May 22, 2017

Lesson 235: Mark's Garden 2017

If you had told the four-plant gardening novices of 2012 that just five years later, we'd be planting year-round crops, we would have laughed in your face.

But friends, that's what this hobby has progressed to. Edible plants. All year.

Now I'll try not to exaggerate too much about the winter's yieldings, seeing as our lettuce and spinach were enjoyed predominantly by the neighborhood squirrel population. And perhaps the baby broccoli's full-grown size isn't exactly what Mark had envisioned.

But our greens mix did produce a variety of greens (none of which we could initially identify) and on one very exciting afternoon, our children discovered turnips in the bed. (Turns out that no, we don't like turnips.)

All in all, not a complete disaster. Plants grew, and then they were eaten.

Each gardening year we've grown a little: in size, ambition / determination, and well, skill.

And so, though the first attempt of seasonal vegetables did not keep me from having to grocery shop, we're satisfied enough to try again next fall. Maybe squash and cabbage, beets, and next time, the correct species of broccoli.

The spring seeds and bulbs went in sometime around March, so we've been eating fresh lettuce for over a month now, which makes me happy! Everyday. Every salad.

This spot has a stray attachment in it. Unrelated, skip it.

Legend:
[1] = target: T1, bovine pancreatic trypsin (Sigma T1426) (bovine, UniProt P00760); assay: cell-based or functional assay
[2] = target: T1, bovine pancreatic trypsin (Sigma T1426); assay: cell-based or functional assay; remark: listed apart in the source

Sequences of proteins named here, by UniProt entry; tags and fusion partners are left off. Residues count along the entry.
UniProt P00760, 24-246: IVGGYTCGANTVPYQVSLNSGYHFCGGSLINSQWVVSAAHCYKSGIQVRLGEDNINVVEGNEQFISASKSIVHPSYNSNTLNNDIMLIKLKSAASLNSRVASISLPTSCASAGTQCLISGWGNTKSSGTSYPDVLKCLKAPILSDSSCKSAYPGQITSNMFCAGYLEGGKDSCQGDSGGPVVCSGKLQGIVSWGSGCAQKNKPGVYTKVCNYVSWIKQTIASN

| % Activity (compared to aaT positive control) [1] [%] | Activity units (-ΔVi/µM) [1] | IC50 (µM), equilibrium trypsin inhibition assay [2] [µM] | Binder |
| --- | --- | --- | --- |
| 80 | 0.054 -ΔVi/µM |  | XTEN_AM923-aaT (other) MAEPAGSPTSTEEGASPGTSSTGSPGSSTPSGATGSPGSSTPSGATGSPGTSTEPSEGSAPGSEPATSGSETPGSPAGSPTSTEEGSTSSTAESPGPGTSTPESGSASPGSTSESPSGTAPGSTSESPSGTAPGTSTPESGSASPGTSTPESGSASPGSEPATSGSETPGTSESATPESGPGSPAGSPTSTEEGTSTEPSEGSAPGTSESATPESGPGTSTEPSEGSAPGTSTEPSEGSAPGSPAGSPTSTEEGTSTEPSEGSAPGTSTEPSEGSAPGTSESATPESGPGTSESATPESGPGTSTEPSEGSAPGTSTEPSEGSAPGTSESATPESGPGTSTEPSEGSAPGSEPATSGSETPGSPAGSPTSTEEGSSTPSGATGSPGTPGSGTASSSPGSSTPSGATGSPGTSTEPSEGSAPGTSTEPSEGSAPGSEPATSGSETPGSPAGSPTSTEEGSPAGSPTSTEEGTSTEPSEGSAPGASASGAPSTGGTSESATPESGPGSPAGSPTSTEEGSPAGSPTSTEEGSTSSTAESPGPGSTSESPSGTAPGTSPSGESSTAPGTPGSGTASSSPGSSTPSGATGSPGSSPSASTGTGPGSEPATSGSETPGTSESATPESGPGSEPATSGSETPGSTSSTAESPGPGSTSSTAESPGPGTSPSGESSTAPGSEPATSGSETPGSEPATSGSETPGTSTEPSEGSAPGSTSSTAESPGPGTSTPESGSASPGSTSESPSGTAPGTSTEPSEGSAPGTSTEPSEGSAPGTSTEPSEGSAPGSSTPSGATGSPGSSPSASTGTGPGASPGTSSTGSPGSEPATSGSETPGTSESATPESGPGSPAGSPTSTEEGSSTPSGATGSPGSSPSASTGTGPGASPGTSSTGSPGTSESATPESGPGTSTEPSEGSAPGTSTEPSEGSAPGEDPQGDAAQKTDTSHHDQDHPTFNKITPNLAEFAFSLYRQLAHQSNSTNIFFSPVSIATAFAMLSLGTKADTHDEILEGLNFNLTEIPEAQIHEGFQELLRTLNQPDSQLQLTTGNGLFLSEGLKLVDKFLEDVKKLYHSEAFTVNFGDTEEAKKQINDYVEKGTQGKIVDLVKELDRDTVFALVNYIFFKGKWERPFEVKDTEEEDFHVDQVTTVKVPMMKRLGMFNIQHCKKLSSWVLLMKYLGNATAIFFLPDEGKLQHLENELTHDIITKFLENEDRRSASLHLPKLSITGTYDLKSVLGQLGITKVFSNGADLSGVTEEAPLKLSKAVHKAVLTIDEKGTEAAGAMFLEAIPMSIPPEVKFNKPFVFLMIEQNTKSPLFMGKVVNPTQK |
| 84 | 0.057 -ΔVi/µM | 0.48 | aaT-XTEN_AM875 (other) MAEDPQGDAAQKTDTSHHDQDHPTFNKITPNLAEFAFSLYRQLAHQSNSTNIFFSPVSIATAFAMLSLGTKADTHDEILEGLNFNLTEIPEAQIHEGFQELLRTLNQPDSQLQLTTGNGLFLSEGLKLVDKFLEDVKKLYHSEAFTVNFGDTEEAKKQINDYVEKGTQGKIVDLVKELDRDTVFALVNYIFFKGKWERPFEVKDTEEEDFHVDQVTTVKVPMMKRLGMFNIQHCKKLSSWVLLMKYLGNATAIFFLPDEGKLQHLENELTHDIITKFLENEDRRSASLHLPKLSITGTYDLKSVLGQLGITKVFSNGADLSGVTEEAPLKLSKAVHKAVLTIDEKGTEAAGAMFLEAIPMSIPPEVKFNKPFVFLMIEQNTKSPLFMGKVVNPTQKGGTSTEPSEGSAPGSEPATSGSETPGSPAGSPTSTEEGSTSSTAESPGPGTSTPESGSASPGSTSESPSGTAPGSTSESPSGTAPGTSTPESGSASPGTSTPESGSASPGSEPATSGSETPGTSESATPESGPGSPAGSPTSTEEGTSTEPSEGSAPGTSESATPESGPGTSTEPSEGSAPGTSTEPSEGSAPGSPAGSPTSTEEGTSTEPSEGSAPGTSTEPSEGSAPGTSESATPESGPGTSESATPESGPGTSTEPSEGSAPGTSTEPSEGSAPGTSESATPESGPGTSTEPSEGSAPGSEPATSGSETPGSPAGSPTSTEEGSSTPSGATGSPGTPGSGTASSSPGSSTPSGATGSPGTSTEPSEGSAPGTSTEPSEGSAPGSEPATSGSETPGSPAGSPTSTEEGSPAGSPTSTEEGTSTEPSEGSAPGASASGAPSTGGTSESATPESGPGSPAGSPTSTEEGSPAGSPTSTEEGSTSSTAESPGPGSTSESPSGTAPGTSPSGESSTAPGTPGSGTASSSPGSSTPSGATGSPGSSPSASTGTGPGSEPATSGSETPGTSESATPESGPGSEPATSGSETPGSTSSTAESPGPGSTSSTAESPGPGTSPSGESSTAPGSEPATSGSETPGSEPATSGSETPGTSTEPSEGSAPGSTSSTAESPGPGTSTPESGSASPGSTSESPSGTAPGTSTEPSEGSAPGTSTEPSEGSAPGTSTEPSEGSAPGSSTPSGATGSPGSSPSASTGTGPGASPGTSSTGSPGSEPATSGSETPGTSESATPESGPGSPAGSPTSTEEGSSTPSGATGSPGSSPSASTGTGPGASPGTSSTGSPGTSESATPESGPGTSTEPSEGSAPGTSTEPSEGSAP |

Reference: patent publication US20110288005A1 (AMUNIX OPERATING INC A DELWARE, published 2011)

And by the end of June, we'll picks carrots and harvest enough onions for the rest of summer.

Finally, Mark has (yet again) rearranged his raised beds and put the summer plants in the ground. Zucchini, summer squash, cucumbers, corn, peppers, and oh so many tomatoes! He's also attempted to animal proof the corn (since those darn furry friends ate every kernel last summer!)

As a family, we've adopted the pleasant pastime of chasing the bunnies across the yard with a rake, yelling wildly, and telling them to "get out of our garden!"

Y'all, Mr. McGregor gets a bad rap, having to deal with all those greedy, unhelpful bunnies. We Ashbaughs empathize.

A few pics for perusers and progeny.

Also, Mark's passion has rubbed off a bit on me, and I've taken to it as well, with flower gardens. Maybe another post ...  
Lesson Learned: Everything really does taste better fresh.

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